Most Gen Z Shoppers Say They Often Discover Products on Social Media

September 5, 2018

Retail marketers continue to focus their energies on Gen Z and Millennial consumers, and new survey results from ViSenze indicate that doing so should include a healthy level of importance attached to social media. That’s because about 6 in 10 Gen Z shoppers (ages 18-23) surveyed said they often discover products through social media platforms.

As a result, social media platforms emerged as a source of product awareness for more Gen Z respondents than did retailer websites (51%) and third-party e-commerce sites such as Amazon (44%).

This isn’t the first study to find social media to be a crucial awareness vehicle for Gen Z. A couple of years ago, research from Bluecore revealed that 85% of Gen Z consumers used social media to learn about new products.

It’s interesting to see that Gen Z consumers are more apt to turn to social media than to marketplaces to discover new products. A growing body of research is showing that these marketplaces aren’t seen as places to find new and unique items, despite being prized for product variety.

Millennials (ages 24-37), for their part, have slightly different product discovery patterns than their younger counterparts. They’re slightly less likely to often discover new products through social media (55%), while being more apt to do so at retailers’ physical locations (47%) and websites (57%).

What about advertising? While fewer young shoppers say they often discover products through ads, close to one-third (32%) of Gen Z respondents and one-quarter (24%) of Millennial respondents tout ads as a product discovery method.

In-Store Shopping More Frequent Than Online

Both Gen Z and Millennial shoppers are more apt to shop frequently in-store than online. Among Gen Z respondents, half often shop at a physical retail store (at least once a week), compared to 43% shopping online with that regularity.

Among Millennials, 60% report shopping in-store frequently, versus fewer than half (46%) doing so online.

Previous research from the NRF and IBM has also discovered that members of Gen Z prefer shopping in a store to shopping online.

Mobile’s Where It’s At Online

When shopping online, young consumers definitely have favored devices, and they aren’t desktops.

In fact, 79% of Gen Z respondents said they’re most likely to use a mobile device to discover products, as opposed to 20% using a desktop and just 1% an IoT device such as Amazon Alexa.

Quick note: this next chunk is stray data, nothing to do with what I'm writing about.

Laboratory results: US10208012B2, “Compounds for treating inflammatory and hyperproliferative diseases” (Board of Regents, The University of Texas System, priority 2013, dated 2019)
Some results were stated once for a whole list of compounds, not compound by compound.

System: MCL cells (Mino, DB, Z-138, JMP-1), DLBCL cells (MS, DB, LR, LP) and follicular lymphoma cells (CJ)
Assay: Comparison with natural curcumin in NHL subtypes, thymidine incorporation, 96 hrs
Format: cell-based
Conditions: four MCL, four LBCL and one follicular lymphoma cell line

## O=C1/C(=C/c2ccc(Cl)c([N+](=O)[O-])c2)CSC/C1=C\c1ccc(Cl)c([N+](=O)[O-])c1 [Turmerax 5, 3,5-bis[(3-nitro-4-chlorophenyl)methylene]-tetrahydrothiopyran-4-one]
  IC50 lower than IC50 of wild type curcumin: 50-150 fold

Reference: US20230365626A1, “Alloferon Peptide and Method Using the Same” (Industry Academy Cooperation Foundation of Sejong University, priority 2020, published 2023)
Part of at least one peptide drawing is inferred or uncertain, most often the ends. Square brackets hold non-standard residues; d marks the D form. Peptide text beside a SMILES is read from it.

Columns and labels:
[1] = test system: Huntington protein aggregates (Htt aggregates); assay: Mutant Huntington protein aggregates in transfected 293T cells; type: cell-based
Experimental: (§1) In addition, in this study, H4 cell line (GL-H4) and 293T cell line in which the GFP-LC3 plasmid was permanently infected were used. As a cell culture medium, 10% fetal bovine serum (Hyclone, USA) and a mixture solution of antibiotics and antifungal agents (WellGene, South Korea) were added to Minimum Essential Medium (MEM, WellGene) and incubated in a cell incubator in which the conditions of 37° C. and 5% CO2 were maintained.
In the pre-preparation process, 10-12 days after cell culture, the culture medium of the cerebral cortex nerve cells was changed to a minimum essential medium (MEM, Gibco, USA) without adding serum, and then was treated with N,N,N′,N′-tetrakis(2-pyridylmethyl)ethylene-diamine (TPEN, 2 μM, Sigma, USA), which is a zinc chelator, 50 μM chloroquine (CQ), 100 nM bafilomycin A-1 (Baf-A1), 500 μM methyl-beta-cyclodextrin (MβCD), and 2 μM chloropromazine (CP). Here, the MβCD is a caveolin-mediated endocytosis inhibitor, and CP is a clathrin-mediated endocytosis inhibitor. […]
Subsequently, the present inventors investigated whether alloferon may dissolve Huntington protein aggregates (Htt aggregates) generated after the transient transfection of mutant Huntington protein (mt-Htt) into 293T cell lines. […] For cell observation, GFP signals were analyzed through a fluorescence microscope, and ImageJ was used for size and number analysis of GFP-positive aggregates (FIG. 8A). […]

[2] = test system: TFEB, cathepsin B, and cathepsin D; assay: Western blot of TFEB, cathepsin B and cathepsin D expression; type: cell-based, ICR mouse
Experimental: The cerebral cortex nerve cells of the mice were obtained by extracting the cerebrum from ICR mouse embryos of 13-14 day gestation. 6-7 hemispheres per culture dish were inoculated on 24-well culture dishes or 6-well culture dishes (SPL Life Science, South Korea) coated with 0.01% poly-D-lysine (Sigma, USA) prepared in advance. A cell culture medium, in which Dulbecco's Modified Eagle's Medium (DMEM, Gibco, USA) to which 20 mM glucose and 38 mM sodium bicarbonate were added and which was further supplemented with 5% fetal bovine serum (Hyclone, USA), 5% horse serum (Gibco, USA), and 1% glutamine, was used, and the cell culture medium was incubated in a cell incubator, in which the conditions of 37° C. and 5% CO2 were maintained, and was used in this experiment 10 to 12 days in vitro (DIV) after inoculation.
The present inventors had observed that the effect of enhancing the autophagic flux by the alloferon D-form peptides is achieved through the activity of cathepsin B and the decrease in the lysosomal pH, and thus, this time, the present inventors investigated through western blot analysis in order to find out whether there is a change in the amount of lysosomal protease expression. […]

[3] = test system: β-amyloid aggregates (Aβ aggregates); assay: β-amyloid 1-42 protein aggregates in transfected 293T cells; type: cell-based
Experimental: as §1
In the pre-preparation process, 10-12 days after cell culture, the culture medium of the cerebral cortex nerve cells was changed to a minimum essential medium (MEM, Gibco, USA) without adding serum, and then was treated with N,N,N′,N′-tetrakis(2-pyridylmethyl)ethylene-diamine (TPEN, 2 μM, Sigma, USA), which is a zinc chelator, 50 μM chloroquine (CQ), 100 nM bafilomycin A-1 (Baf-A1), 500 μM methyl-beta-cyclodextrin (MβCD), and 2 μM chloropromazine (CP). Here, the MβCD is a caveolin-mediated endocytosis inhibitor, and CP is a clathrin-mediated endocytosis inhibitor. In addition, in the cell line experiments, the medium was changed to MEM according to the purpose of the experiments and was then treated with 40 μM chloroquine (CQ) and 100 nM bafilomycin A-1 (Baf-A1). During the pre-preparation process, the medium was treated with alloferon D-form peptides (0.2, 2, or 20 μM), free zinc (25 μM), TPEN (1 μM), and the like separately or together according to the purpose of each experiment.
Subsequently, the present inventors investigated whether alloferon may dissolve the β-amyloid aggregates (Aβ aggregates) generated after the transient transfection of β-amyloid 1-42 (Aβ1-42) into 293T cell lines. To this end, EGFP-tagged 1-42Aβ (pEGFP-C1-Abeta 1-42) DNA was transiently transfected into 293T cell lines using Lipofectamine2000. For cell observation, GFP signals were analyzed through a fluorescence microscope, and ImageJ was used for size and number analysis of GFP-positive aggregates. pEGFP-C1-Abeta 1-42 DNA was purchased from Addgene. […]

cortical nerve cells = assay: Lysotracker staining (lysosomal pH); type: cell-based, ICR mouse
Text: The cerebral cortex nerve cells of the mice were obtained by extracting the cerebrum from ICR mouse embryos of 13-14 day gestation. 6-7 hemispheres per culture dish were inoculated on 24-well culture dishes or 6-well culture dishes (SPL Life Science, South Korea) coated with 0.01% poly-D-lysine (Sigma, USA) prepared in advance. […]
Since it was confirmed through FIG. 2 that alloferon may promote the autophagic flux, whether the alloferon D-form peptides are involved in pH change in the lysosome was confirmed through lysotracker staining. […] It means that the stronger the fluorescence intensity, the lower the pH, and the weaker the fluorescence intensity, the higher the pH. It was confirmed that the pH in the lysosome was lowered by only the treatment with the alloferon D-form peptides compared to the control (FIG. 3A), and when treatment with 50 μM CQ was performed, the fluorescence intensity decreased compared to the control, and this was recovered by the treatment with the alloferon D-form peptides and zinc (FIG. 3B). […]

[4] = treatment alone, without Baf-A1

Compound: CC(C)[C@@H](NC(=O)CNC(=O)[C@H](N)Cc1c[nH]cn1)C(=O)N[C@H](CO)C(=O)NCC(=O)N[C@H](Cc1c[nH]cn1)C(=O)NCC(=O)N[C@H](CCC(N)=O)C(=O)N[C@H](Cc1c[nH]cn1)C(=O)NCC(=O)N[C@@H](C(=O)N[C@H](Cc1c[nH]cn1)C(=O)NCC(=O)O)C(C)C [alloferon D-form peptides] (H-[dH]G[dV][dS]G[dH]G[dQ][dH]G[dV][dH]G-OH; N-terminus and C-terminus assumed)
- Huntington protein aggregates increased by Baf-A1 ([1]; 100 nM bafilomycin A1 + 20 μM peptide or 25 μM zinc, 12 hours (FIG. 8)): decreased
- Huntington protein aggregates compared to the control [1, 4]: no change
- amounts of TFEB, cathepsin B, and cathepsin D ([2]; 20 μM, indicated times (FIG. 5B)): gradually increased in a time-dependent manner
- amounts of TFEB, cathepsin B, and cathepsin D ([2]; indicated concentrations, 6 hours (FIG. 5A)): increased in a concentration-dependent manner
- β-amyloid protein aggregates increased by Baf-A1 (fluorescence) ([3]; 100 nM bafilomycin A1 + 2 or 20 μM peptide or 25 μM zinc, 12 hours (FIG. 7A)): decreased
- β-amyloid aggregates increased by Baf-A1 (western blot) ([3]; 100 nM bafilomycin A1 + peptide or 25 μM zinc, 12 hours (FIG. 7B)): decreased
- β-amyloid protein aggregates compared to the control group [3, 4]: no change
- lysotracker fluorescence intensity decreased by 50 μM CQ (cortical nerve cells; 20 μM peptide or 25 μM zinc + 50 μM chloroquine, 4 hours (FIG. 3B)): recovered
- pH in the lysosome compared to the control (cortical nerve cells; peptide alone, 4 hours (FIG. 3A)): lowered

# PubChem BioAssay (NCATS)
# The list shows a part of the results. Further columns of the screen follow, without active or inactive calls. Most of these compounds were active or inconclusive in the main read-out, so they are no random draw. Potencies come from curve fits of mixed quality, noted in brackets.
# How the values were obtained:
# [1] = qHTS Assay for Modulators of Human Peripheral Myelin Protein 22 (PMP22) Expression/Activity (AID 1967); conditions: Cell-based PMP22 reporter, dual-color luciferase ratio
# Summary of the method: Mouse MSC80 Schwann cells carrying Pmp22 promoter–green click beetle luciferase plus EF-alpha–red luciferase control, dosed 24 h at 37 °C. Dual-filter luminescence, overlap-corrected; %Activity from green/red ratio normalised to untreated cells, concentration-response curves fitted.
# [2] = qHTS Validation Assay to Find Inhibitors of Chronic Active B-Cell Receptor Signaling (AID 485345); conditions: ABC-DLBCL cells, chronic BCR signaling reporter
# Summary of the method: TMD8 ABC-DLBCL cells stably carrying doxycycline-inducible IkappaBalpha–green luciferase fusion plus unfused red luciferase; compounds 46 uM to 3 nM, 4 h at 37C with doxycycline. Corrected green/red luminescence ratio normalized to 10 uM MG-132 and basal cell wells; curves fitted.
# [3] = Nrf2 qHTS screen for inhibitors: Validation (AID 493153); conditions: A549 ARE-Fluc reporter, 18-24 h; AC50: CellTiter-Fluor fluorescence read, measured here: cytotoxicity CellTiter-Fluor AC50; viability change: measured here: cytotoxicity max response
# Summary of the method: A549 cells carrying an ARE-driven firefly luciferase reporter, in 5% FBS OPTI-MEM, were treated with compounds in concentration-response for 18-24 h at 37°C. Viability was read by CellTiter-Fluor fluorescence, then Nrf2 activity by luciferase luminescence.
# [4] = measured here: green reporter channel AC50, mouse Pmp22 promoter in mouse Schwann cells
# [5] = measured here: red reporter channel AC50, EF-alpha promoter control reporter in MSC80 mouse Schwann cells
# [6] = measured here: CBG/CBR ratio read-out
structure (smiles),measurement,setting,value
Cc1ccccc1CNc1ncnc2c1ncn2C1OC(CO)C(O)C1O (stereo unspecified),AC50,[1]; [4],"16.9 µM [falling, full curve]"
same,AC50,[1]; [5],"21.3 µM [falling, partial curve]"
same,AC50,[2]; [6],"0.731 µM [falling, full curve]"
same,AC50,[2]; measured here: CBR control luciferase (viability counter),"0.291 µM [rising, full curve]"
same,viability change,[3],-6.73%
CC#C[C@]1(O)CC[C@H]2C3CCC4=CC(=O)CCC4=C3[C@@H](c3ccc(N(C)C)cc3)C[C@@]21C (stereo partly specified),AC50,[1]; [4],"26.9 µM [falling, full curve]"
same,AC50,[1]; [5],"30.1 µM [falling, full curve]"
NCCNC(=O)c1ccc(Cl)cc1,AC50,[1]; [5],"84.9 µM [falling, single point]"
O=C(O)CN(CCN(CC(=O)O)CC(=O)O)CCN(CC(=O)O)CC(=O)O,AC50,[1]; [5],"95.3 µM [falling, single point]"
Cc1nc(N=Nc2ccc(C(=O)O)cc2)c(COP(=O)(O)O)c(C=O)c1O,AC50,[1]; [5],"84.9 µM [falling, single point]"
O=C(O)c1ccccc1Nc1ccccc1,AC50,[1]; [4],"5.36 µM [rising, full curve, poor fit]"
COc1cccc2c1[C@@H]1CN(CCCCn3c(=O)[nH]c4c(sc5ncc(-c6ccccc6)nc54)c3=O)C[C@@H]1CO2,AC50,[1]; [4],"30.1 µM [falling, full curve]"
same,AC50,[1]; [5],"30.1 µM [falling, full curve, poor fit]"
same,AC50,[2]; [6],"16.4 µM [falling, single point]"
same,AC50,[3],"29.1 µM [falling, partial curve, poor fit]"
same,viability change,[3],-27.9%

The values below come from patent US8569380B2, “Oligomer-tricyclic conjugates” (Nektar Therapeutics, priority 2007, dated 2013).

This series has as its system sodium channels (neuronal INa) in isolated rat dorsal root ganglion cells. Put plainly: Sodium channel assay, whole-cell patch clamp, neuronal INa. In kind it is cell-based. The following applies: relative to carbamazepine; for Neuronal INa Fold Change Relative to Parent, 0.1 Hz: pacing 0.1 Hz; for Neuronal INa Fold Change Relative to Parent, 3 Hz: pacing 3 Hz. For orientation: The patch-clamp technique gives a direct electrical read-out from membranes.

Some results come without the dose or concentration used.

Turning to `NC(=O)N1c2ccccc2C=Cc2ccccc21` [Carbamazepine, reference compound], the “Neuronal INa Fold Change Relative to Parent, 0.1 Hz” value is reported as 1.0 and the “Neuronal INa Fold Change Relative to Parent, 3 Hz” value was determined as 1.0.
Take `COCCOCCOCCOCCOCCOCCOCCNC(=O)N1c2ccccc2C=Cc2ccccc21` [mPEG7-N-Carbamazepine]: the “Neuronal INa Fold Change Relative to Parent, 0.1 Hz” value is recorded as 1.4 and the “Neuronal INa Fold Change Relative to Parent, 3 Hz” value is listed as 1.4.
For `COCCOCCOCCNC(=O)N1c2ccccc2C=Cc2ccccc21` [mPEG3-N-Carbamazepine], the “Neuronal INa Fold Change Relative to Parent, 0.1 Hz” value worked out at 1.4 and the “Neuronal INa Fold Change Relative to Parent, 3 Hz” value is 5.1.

Millennials, likewise, strongly favor mobile devices (75%) over desktops (25%) and IoT devices (<1%) for product discovery.

The preference for mobiles extends to purchase activity, too, though with a little less fervor. Some 62% of Gen Z consumers say they’re most likely to complete a purchase or transaction on a mobile device, as are 64% of Millennials.

Things have certainly changed, given that Millennials separately reported that computers (62%) were their primary and preferred electronic device growing up, as opposed to mobile phones (36%) or tablets (2%).

Other Findings:

In other highlights from the report:

  • More than three-quarters of Millennials and about 6 in 10 Gen Z respondents are “likely” or “very likely” to purchase a product online that was recommended to them based on their recent purchases and browsing history (more on the impact of the “right” recommendation here);
  • Product recommendations are more enjoyable to young respondents when they’re personalized to the respondent than when they’re based on what people similar to them are interested in, though the gap is narrower among Millennial than Gen Z respondents;
  • More than 6 in 10 respondents overall would be comfortable with visual search as part of their online shopping experience, and close to 6 in 10 would be comfortable with shoppable content; and
  • More than 7 in 10 respondents overall feel their mobile transactions would increase if all social content were to be shoppable.

About the Data: The results are based on a survey of more than 1,000 Gen Z and Millennial consumers in the US and UK.

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